Journalism classes and schools, like professional newsrooms, have the opportunity to create large-scale multimedia projects that are the product of a collaboration between participants. These projects focus on a single subject or issue and tell one story in multiple ways.
The label “student journalist” for some may conjure up images of second-rate work that is not ready for prime time. However, the projects below show just how great the multimedia journalism produced by J-schools students are and the potential student groups have to create interesting, vibrant, and diverse multimedia news stories.
A project of the USC Annenberg School for Journalism & Communication and California Watch, Hunger in the Golden State explores the problem of food scarcity and waste among California residents and what’s being done about it. The humanity of the stories included on the site is augmented by the different ways they are told: the site includes print stories, slideshows, radio broadcasts, and social media components.
Students at UC Berkeley’s School of Journalism tell the stories of the patrons of BART — the San Francisco Bay Area transit system — in this comprehensive online news package. Among the text stories and slideshows that are common to this type of project, is an interesting data component for each BART station. A stylish data visualization appears on each page that illustrates statistics like the ethnicity and income level of riders and mode of transportation to the station.
Greening the Grid, a 2009 project of the students of the University of Miami School of Communication (look for online journalism titan Greg Linch among its participants), documents sustainable energy projects in the Czech Republic and the United States. Among the individual stories is this video that illustrates a farm powered by cow manure and this one documenting a 1981 Mercedes Benz powered by discarded vegetable oil.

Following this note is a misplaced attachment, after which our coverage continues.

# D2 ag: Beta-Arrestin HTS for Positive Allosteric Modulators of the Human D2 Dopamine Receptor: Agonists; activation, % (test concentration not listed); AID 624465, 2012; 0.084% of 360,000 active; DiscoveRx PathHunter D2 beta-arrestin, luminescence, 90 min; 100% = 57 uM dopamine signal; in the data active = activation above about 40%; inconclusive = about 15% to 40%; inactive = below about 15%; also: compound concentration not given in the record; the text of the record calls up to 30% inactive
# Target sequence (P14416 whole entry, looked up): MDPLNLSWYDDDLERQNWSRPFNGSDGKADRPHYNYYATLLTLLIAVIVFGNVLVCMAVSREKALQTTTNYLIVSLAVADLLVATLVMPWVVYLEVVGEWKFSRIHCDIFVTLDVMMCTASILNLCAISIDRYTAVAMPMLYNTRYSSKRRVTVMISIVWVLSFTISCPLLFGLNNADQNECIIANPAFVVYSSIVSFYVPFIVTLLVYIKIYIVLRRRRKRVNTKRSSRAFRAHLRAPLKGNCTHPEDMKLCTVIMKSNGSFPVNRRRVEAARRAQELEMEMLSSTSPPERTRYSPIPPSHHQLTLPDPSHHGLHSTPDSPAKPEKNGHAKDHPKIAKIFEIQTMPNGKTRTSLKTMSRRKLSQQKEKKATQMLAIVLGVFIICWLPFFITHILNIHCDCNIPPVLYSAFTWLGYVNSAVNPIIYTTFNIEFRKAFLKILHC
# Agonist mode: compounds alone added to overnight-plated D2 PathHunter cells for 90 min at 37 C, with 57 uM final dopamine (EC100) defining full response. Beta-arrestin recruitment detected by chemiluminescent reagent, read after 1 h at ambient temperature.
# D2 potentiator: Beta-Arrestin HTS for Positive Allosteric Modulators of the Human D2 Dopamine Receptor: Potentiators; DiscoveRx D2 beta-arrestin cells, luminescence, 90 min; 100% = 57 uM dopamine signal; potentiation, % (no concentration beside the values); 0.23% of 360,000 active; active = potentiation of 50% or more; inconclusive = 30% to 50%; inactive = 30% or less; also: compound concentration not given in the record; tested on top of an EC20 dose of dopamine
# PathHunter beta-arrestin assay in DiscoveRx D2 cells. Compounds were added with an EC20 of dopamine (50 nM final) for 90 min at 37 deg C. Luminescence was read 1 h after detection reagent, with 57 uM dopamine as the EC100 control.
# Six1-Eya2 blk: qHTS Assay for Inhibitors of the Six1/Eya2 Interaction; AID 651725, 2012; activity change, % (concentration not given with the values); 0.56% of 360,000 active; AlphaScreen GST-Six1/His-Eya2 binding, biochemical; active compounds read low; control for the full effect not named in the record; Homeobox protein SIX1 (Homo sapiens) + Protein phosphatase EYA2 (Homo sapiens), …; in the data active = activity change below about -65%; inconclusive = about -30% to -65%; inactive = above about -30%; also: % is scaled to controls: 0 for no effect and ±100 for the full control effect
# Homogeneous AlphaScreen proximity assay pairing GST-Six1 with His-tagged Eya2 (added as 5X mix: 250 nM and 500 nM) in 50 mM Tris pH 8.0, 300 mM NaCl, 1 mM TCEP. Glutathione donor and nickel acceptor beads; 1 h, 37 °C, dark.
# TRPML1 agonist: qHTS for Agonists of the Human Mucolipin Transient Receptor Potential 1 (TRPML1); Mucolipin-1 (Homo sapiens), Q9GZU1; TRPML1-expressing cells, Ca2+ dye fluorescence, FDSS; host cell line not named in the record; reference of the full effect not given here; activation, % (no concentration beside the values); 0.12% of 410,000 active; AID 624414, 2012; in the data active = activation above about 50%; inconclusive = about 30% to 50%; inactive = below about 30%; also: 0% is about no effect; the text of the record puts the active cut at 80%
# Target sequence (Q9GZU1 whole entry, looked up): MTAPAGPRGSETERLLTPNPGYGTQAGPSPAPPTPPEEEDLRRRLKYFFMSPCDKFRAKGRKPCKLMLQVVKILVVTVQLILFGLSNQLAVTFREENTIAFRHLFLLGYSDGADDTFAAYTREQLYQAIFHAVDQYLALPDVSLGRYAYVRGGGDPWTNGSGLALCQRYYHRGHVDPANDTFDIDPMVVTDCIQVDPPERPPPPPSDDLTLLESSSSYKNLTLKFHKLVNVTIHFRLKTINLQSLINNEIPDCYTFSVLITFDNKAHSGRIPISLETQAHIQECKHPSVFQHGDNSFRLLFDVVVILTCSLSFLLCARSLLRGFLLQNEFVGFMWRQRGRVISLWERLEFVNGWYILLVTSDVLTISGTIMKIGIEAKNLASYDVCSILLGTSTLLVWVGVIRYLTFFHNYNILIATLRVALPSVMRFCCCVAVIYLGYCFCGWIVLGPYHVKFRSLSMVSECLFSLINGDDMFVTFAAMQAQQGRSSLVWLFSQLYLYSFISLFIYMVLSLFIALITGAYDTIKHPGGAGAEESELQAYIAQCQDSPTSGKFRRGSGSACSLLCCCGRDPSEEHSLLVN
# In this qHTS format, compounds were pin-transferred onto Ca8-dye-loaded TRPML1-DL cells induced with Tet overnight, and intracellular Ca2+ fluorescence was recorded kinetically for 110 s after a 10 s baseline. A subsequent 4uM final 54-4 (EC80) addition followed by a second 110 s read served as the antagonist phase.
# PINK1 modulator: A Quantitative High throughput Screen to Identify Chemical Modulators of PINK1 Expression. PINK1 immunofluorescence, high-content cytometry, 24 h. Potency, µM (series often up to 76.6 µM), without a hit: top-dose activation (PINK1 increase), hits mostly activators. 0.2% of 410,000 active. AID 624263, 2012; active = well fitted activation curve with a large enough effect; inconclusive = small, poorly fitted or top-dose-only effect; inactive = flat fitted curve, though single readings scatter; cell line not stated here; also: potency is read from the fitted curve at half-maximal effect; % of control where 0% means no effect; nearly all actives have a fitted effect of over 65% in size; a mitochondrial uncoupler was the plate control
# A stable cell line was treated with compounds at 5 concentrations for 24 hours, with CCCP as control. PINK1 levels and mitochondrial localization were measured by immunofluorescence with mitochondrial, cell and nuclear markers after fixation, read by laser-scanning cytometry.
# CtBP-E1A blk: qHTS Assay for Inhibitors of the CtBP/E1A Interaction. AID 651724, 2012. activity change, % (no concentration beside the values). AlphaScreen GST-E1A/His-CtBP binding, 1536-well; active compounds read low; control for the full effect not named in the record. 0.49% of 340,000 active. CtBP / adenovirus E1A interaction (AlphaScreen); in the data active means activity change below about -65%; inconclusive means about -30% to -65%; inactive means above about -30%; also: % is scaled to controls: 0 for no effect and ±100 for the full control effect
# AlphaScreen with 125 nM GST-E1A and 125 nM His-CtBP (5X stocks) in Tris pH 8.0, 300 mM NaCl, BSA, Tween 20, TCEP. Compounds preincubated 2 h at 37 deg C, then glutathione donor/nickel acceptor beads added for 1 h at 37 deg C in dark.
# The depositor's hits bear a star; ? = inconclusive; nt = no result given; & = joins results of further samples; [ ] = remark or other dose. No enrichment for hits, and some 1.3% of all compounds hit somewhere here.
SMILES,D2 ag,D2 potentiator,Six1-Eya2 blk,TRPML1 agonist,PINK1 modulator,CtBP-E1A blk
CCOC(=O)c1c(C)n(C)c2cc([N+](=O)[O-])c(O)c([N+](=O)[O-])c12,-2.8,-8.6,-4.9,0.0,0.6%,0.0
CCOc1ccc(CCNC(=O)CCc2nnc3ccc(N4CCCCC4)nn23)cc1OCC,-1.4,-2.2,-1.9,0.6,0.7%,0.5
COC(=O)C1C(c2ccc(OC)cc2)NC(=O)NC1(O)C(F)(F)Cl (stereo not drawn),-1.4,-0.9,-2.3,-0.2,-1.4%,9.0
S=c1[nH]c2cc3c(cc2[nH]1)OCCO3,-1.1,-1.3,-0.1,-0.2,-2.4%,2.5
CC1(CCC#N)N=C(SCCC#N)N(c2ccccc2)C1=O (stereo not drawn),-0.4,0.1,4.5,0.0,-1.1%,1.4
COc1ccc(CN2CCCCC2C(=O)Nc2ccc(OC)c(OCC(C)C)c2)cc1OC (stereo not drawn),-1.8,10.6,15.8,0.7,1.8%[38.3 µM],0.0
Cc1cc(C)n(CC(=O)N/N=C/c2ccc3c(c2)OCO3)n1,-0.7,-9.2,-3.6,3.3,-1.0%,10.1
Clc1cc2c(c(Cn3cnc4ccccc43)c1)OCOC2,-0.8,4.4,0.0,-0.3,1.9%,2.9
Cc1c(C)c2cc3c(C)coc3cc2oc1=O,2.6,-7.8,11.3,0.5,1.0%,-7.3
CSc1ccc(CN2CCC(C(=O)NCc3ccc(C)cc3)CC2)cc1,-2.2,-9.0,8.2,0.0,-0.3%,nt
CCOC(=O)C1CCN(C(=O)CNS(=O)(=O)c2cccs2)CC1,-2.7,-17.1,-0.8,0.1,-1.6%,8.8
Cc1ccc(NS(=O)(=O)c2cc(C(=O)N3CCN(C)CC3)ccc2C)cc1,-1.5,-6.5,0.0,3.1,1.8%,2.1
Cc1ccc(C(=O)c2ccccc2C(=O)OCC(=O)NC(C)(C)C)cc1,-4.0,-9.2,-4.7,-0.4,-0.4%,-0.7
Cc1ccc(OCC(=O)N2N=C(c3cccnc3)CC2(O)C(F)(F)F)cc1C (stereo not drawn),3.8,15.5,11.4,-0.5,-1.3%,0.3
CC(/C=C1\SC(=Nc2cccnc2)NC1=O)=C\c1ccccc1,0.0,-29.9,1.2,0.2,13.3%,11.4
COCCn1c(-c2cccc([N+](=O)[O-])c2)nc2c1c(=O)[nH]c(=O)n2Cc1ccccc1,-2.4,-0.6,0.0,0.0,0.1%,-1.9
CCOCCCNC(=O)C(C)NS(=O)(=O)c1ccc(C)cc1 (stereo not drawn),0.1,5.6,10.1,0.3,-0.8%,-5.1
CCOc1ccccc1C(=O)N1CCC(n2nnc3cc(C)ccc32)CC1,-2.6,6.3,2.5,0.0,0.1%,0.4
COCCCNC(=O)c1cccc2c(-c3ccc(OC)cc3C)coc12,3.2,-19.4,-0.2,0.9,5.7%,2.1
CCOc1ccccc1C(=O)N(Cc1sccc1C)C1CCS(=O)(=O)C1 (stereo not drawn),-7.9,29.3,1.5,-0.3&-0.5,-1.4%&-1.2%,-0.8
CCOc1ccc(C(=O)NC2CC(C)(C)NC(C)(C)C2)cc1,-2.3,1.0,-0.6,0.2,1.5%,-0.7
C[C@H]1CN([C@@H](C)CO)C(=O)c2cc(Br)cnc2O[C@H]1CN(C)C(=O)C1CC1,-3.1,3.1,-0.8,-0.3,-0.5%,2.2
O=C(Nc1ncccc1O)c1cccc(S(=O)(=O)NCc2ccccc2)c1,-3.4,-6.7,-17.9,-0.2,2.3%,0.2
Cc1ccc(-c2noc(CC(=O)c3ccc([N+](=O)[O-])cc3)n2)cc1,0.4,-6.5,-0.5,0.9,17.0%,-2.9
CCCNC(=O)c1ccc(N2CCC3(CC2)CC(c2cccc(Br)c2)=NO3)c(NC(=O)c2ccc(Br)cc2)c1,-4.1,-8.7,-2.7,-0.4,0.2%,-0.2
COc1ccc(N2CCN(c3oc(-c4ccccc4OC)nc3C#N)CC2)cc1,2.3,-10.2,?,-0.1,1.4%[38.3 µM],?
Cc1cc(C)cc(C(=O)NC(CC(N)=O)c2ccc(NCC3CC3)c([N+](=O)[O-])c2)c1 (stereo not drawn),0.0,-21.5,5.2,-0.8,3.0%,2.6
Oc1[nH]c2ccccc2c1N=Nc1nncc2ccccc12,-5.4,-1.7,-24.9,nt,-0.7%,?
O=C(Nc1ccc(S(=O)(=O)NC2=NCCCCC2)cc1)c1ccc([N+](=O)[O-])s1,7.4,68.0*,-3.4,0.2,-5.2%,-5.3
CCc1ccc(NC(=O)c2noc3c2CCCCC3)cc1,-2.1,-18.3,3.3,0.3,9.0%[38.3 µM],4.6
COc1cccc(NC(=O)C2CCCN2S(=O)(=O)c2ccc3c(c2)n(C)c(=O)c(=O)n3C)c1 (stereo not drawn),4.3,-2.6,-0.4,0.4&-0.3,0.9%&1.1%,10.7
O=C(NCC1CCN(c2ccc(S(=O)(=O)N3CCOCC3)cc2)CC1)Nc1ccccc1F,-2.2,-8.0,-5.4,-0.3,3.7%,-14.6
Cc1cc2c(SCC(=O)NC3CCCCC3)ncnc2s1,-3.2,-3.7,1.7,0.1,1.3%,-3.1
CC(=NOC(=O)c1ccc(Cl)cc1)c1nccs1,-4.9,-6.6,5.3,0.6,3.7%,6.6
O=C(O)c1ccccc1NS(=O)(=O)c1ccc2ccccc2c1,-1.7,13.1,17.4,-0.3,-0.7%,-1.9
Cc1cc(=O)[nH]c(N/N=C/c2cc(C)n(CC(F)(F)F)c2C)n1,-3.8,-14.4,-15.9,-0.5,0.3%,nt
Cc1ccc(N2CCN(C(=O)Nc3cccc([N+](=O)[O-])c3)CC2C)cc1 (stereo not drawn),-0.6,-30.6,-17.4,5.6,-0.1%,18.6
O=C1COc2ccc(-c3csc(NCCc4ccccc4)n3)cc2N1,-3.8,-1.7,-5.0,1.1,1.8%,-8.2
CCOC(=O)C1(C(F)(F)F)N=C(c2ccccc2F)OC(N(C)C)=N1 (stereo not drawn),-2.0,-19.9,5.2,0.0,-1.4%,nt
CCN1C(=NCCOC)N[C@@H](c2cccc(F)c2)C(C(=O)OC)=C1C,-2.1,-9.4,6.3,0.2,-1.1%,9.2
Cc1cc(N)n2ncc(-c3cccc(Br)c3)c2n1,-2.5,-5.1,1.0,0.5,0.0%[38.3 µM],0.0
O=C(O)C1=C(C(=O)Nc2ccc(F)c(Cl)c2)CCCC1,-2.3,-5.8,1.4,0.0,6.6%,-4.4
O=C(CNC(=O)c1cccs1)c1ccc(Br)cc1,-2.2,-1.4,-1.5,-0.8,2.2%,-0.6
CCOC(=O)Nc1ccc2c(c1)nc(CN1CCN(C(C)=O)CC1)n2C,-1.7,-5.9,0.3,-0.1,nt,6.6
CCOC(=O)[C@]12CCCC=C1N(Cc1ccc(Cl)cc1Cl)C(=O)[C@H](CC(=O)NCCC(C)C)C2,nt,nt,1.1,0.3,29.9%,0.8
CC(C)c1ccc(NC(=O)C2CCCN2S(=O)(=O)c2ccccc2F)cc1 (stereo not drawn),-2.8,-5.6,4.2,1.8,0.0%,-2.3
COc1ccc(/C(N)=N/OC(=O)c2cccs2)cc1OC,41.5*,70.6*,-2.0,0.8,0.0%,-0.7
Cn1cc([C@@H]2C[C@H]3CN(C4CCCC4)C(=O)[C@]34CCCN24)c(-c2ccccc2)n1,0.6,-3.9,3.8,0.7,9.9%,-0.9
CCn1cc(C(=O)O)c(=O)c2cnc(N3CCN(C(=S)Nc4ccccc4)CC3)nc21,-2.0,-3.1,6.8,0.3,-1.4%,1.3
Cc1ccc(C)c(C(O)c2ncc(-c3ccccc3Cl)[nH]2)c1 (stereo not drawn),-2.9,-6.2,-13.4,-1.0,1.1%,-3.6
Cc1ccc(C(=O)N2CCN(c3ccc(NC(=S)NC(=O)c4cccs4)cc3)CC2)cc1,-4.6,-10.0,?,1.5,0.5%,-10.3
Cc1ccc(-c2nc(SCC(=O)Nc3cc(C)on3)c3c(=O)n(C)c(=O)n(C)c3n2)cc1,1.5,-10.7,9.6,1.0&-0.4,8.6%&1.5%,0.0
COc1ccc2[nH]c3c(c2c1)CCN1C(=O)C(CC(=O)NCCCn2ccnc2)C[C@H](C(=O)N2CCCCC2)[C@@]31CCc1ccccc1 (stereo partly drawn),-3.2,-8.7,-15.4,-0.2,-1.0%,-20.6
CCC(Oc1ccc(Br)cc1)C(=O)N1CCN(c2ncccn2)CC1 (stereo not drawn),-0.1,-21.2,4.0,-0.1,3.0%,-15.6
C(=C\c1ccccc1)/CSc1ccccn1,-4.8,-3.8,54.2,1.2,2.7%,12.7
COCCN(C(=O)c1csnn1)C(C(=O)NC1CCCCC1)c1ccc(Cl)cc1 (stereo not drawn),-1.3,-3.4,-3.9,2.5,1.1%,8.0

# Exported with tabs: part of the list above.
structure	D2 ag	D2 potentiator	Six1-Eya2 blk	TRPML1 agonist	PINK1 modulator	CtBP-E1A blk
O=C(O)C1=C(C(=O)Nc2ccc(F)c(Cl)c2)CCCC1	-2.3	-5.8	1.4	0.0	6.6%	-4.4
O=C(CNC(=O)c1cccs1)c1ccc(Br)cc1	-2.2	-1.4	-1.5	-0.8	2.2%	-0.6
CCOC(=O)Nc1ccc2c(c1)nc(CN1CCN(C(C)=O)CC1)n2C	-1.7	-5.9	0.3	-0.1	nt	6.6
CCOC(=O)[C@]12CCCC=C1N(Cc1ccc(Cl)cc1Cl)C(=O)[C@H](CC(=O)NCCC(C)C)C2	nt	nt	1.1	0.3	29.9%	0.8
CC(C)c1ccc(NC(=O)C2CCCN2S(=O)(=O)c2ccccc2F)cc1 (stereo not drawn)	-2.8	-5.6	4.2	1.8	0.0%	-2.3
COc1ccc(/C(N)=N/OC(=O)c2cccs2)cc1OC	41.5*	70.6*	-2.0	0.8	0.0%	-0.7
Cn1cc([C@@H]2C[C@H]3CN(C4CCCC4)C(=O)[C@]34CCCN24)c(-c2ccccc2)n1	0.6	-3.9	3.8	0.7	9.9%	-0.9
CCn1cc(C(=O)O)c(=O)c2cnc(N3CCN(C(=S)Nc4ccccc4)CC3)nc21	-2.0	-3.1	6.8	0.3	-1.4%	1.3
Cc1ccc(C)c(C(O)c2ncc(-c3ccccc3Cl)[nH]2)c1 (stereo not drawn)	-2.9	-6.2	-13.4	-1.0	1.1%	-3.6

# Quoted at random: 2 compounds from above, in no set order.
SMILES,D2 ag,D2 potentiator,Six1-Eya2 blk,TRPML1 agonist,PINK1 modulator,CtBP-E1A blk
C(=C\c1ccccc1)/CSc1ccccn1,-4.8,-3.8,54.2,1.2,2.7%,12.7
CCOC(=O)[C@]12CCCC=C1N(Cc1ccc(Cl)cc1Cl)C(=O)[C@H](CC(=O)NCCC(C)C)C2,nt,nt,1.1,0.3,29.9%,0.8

The students of ASU’s Cronkite School of Journalism and Mass Communications encourage you to follow along as they explore the passions of the residents of Phoenix, Arizona and the city they call home. The story of several Phoenix neighborhoods and the unique people who live there are illustrated by video, photo, and text stories.
Unlike the previously mentioned projects, Multimedia Standards, also produced by University of Miami students focuses on the craft of journalism itself. Participants questioned leaders in online/digital journalism about the state of the industry and presented the recorded answers in an easily navigable grid. The site also includes a useful “Resources” page with links to RSS feeds to some of the top journalism blogs on the web.
News21, a collaborative initiative of several universities across the United States, produces several outstanding multimedia projects every year. UNC Chapel Hill’s “Powering a Nation” is one of several standouts and tackles the issue of energy in the United States. Like other News21 projects, the site features print stories, interactive elements, and more. The students pushed the story even further by creating interactive news games that invite readers to solve real problems like balancing carbon emissions and energy use.
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